The CDC has urged people to include pets in their social distancing habits to avoid COVID-19 infection.
Last week the CDC reported 2 cats living in New York had tested positive for SARS-CoV-2 after demonstrating mild respiratory symptoms. They are expected to make a full recovery.
The CDC recommends the following:
Do not let pets interact with people or other animals outside the household.
Keep cats indoors when possible to prevent them from interacting with other animals or people.
Walk dogs on a leash, maintaining at least 6 feet from other people and animals.
Avoid dog parks or public places where a large number of people and dogs gather.
Earlier this month, Mississippi Agriculture Commissioner Andy Gipson and State Epidemiologist Dr. Paul Byers at a news conference urged those who are sick with COVID to avoid being the “primary caretaker” of their pets until further studies could be done regarding their susceptibility and spread of the deadly virus.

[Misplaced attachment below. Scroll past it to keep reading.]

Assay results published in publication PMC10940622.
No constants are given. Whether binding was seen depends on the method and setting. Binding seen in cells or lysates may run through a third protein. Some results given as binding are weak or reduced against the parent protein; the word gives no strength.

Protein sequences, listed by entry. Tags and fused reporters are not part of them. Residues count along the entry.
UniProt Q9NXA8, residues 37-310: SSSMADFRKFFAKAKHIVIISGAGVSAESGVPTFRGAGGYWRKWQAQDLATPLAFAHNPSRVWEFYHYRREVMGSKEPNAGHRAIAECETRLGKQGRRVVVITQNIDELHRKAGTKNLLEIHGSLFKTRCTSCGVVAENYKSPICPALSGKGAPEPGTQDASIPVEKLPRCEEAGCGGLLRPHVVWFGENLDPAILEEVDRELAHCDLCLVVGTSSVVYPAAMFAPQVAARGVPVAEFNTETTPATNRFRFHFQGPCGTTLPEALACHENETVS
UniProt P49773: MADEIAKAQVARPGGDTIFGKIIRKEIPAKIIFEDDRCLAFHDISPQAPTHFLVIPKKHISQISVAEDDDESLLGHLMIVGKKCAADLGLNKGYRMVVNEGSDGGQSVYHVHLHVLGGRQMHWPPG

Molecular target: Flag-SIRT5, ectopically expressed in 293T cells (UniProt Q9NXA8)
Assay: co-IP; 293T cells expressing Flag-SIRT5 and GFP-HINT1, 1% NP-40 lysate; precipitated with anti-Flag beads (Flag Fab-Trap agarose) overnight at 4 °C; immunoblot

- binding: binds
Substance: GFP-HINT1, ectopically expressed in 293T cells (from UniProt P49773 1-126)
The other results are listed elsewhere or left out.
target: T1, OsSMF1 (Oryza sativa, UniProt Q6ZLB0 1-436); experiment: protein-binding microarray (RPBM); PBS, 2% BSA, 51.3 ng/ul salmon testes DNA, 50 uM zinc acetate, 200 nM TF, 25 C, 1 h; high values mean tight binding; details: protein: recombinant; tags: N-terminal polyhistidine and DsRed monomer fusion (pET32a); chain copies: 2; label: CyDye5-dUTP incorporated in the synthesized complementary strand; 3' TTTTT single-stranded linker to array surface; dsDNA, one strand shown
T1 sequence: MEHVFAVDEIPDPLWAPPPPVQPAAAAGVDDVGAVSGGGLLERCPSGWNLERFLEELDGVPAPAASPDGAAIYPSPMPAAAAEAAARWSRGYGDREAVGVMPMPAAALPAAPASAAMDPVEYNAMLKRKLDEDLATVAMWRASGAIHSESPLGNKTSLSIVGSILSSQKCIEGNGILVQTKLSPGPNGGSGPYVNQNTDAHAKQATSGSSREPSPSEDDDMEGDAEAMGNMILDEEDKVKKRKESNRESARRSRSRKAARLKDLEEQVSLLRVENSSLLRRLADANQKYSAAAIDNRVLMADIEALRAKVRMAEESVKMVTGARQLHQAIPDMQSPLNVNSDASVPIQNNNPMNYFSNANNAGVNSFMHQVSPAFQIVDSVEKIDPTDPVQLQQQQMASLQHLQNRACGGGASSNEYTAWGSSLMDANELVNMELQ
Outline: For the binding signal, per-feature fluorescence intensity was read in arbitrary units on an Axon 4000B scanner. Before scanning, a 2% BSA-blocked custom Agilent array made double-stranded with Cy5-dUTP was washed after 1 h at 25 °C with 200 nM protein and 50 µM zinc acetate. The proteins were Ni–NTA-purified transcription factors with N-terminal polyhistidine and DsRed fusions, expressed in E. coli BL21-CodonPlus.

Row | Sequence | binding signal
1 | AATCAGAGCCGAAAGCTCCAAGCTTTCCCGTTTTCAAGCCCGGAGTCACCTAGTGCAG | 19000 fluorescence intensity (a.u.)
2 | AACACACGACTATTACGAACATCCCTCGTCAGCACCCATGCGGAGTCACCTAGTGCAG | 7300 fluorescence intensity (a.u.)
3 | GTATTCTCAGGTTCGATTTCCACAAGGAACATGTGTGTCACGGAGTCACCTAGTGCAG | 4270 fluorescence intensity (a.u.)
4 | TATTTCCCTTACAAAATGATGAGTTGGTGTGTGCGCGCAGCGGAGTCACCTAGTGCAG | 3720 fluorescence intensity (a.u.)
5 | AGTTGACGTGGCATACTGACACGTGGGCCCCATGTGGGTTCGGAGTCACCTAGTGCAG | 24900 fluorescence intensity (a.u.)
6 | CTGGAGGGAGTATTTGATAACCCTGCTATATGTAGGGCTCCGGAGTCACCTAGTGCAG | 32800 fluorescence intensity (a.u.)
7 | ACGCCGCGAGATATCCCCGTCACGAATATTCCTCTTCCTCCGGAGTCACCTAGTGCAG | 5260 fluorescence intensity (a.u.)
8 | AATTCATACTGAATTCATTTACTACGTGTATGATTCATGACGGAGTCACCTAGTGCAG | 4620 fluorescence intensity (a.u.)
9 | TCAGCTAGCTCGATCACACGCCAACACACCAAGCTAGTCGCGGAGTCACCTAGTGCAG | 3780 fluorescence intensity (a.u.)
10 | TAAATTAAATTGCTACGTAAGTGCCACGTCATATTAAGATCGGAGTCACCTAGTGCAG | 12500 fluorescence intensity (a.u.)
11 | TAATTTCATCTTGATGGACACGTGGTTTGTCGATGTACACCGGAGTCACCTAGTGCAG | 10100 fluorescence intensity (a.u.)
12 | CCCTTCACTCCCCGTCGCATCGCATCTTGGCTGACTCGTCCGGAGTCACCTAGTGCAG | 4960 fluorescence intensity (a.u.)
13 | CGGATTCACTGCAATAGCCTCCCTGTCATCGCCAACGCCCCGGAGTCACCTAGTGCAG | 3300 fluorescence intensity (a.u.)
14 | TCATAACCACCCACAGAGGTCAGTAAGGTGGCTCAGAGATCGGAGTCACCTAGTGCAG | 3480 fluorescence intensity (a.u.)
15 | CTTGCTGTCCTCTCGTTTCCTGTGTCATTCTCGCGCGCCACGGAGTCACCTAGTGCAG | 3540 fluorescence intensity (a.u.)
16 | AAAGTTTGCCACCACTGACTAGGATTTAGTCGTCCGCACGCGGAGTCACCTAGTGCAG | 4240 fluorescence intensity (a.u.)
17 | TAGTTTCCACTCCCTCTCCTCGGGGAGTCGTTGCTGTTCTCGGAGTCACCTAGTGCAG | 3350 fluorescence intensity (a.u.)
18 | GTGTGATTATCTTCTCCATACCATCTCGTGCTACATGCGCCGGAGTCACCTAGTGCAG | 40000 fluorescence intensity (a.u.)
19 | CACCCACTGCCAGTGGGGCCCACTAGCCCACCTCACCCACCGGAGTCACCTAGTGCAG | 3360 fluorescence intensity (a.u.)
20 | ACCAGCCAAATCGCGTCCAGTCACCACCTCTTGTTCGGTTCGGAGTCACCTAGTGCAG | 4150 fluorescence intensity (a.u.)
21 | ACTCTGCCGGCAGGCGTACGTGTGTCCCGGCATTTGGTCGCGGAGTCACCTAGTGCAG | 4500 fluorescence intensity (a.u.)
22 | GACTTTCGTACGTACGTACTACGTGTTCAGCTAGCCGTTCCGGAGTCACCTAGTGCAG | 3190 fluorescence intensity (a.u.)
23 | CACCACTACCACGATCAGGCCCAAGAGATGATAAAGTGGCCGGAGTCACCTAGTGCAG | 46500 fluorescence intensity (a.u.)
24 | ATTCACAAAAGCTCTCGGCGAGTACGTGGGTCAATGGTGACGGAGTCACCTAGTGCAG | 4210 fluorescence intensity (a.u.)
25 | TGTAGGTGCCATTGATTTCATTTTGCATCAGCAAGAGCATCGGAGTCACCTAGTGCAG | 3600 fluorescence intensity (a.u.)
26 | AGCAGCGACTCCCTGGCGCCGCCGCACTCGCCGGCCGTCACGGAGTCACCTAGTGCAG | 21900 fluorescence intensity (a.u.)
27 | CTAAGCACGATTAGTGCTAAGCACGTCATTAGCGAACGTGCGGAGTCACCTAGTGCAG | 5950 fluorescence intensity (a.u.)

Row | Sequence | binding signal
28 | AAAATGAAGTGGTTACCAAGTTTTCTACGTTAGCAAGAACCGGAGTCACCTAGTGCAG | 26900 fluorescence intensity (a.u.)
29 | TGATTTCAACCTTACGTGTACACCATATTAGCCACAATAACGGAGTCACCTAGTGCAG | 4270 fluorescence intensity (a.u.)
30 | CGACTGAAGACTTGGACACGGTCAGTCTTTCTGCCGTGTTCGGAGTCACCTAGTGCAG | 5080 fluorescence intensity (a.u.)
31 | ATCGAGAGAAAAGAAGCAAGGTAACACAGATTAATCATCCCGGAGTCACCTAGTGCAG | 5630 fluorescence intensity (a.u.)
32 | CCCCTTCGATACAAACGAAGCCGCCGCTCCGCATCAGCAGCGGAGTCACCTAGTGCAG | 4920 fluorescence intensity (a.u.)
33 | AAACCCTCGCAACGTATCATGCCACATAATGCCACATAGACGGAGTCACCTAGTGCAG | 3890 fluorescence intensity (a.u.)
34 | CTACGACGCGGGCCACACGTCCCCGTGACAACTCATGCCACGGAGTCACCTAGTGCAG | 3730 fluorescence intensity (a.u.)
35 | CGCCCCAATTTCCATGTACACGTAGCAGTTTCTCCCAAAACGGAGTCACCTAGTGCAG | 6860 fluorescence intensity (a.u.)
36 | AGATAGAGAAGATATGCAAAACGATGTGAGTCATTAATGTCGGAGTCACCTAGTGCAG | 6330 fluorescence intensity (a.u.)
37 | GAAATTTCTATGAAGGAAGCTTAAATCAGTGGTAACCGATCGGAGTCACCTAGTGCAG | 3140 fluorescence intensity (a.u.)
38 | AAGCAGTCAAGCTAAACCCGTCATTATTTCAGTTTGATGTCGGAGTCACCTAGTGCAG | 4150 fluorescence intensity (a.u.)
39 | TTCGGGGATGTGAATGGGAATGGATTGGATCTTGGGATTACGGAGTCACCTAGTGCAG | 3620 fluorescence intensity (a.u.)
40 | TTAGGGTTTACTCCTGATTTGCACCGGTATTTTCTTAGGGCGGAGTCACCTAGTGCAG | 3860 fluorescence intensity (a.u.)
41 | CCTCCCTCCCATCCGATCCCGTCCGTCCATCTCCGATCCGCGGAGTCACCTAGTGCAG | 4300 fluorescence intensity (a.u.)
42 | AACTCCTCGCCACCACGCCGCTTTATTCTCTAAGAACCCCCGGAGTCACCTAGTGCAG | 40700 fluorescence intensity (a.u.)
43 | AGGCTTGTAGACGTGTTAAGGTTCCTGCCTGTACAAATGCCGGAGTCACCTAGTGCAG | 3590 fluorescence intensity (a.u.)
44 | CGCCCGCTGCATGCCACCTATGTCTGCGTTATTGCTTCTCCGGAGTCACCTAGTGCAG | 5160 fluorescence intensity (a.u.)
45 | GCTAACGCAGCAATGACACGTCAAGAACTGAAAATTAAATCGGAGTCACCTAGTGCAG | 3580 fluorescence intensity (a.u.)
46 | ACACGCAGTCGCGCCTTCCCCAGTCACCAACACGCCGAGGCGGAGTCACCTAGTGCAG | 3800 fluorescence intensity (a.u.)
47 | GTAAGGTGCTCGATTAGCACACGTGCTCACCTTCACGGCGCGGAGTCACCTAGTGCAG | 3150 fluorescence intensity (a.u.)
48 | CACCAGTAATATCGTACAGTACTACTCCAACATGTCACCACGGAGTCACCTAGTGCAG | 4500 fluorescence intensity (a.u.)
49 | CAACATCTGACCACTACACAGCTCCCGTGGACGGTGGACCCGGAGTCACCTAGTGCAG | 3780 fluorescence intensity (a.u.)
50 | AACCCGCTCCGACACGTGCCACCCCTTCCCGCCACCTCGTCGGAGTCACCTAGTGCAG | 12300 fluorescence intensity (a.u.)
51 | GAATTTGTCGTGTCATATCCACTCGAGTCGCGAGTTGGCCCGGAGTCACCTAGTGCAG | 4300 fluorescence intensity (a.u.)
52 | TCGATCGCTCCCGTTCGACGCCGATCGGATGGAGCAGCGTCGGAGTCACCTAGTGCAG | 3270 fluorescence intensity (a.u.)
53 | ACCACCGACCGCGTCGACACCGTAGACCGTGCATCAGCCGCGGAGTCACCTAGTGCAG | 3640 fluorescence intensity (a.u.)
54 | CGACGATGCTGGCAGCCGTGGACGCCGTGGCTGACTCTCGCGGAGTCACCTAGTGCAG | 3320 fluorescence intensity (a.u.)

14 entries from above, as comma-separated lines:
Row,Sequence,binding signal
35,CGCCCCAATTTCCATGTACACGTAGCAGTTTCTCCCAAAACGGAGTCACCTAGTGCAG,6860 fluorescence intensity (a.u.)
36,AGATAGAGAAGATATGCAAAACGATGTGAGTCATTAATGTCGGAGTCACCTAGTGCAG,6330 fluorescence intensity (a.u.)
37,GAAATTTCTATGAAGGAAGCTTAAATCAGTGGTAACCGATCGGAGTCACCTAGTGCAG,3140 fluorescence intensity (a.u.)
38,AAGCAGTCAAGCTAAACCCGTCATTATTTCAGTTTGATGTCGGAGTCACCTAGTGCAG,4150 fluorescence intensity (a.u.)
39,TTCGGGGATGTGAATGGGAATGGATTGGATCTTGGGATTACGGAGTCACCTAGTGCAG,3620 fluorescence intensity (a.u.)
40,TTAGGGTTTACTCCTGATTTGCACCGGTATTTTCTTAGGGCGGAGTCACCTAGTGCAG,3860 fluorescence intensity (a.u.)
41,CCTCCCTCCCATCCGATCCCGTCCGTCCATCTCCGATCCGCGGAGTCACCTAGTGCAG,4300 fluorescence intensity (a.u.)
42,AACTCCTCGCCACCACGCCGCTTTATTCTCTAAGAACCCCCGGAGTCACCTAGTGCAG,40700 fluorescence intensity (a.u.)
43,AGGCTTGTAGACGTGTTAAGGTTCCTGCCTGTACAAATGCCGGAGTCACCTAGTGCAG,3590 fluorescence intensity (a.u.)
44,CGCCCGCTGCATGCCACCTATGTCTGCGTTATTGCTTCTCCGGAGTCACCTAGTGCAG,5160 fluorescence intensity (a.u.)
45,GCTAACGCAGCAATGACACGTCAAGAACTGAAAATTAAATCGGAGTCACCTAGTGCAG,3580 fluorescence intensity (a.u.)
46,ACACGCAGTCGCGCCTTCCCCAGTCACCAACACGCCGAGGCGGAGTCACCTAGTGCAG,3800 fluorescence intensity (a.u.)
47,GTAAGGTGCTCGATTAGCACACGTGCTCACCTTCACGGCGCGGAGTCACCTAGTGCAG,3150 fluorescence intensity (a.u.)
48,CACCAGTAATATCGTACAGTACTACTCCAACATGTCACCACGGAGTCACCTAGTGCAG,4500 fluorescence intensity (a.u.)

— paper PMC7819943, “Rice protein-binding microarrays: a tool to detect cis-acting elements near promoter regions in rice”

The conference occurred in light of a Bronx Zoo tiger becoming infected with COVID-19.
A cat in Belgium last month tested positive for the COVID-19 as well.
Although there are no definitive cases of pets giving COVID to their owners, officials believe we may be able to infect them.
What additionally needs to be investigated is if the virus can live temporarily on the animal as a “surface” allowing others who touch it to become contaminated.
For those of us with pets, we know that “social distancing” is not in their vocabulary or daily habits. Most cats and dogs like to sleep in bed with their owners, some competing for their owner’s pillows.
Although most of us would prefer the comfort of our furry friend if convalescing at home with COVID, the CDC recommends the following:
If you are sick with COVID-19 (either suspected or confirmed by a test), restrict contact with your pets and other animals, just like you would around other people.
When possible, have another member of your household care for your pets while you are sick.
Avoid contact with your pet, including petting, snuggling, being kissed or licked, and sharing food or bedding.
If you must care for your pet or be around animals while you are sick, wear a cloth face covering and wash your hands before and after you interact with them.